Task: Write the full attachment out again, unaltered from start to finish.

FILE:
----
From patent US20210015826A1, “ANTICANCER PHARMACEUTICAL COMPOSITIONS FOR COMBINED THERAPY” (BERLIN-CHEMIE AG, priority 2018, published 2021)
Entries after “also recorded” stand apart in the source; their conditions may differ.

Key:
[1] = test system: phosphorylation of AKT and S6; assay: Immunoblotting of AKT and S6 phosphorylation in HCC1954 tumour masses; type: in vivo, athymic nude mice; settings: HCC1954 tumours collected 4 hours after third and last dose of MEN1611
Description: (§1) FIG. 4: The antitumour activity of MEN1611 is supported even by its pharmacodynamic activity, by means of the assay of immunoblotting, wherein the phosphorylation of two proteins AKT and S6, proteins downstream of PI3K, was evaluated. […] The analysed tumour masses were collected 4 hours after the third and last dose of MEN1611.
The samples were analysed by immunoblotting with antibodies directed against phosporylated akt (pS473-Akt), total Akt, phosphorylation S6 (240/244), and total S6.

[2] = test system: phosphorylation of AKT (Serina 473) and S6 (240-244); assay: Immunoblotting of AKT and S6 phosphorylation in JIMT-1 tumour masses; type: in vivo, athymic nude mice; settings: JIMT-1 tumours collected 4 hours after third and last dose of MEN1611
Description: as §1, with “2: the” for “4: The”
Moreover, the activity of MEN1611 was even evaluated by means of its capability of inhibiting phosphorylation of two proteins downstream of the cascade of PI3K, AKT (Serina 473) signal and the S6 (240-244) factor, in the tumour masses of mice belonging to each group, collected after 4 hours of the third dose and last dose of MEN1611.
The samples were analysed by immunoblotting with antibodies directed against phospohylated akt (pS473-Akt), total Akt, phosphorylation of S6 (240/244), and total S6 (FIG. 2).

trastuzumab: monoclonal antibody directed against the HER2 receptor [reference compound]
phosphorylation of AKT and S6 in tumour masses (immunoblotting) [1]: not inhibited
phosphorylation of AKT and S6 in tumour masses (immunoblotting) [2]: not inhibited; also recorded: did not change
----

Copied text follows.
From patent US20210015826A1, “ANTICANCER PHARMACEUTICAL COMPOSITIONS FOR COMBINED THERAPY” (BERLIN-CHEMIE AG, priority 2018, published 2021)
Entries after “also recorded” stand apart in the source; their conditions may differ.

Key:
[1] = test system: phosphorylation of AKT and S6; assay: Immunoblotting of AKT and S6 phosphorylation in HCC1954 tumour masses; type: in vivo, athymic nude mice; settings: HCC1954 tumours collected 4 hours after third and last dose of MEN1611
Description: (§1) FIG. 4: The antitumour activity of MEN1611 is supported even by its pharmacodynamic activity, by means of the assay of immunoblotting, wherein the phosphorylation of two proteins AKT and S6, proteins downstream of PI3K, was evaluated. […] The analysed tumour masses were collected 4 hours after the third and last dose of MEN1611.
The samples were analysed by immunoblotting with antibodies directed against phosporylated akt (pS473-Akt), total Akt, phosphorylation S6 (240/244), and total S6.

[2] = test system: phosphorylation of AKT (Serina 473) and S6 (240-244); assay: Immunoblotting of AKT and S6 phosphorylation in JIMT-1 tumour masses; type: in vivo, athymic nude mice; settings: JIMT-1 tumours collected 4 hours after third and last dose of MEN1611
Description: as §1, with “2: the” for “4: The”
Moreover, the activity of MEN1611 was even evaluated by means of its capability of inhibiting phosphorylation of two proteins downstream of the cascade of PI3K, AKT (Serina 473) signal and the S6 (240-244) factor, in the tumour masses of mice belonging to each group, collected after 4 hours of the third dose and last dose of MEN1611.
The samples were analysed by immunoblotting with antibodies directed against phospohylated akt (pS473-Akt), total Akt, phosphorylation of S6 (240/244), and total S6 (FIG. 2).

trastuzumab: monoclonal antibody directed against the HER2 receptor [reference compound]
phosphorylation of AKT and S6 in tumour masses (immunoblotting) [1]: not inhibited
phosphorylation of AKT and S6 in tumour masses (immunoblotting) [2]: not inhibited; also recorded: did not change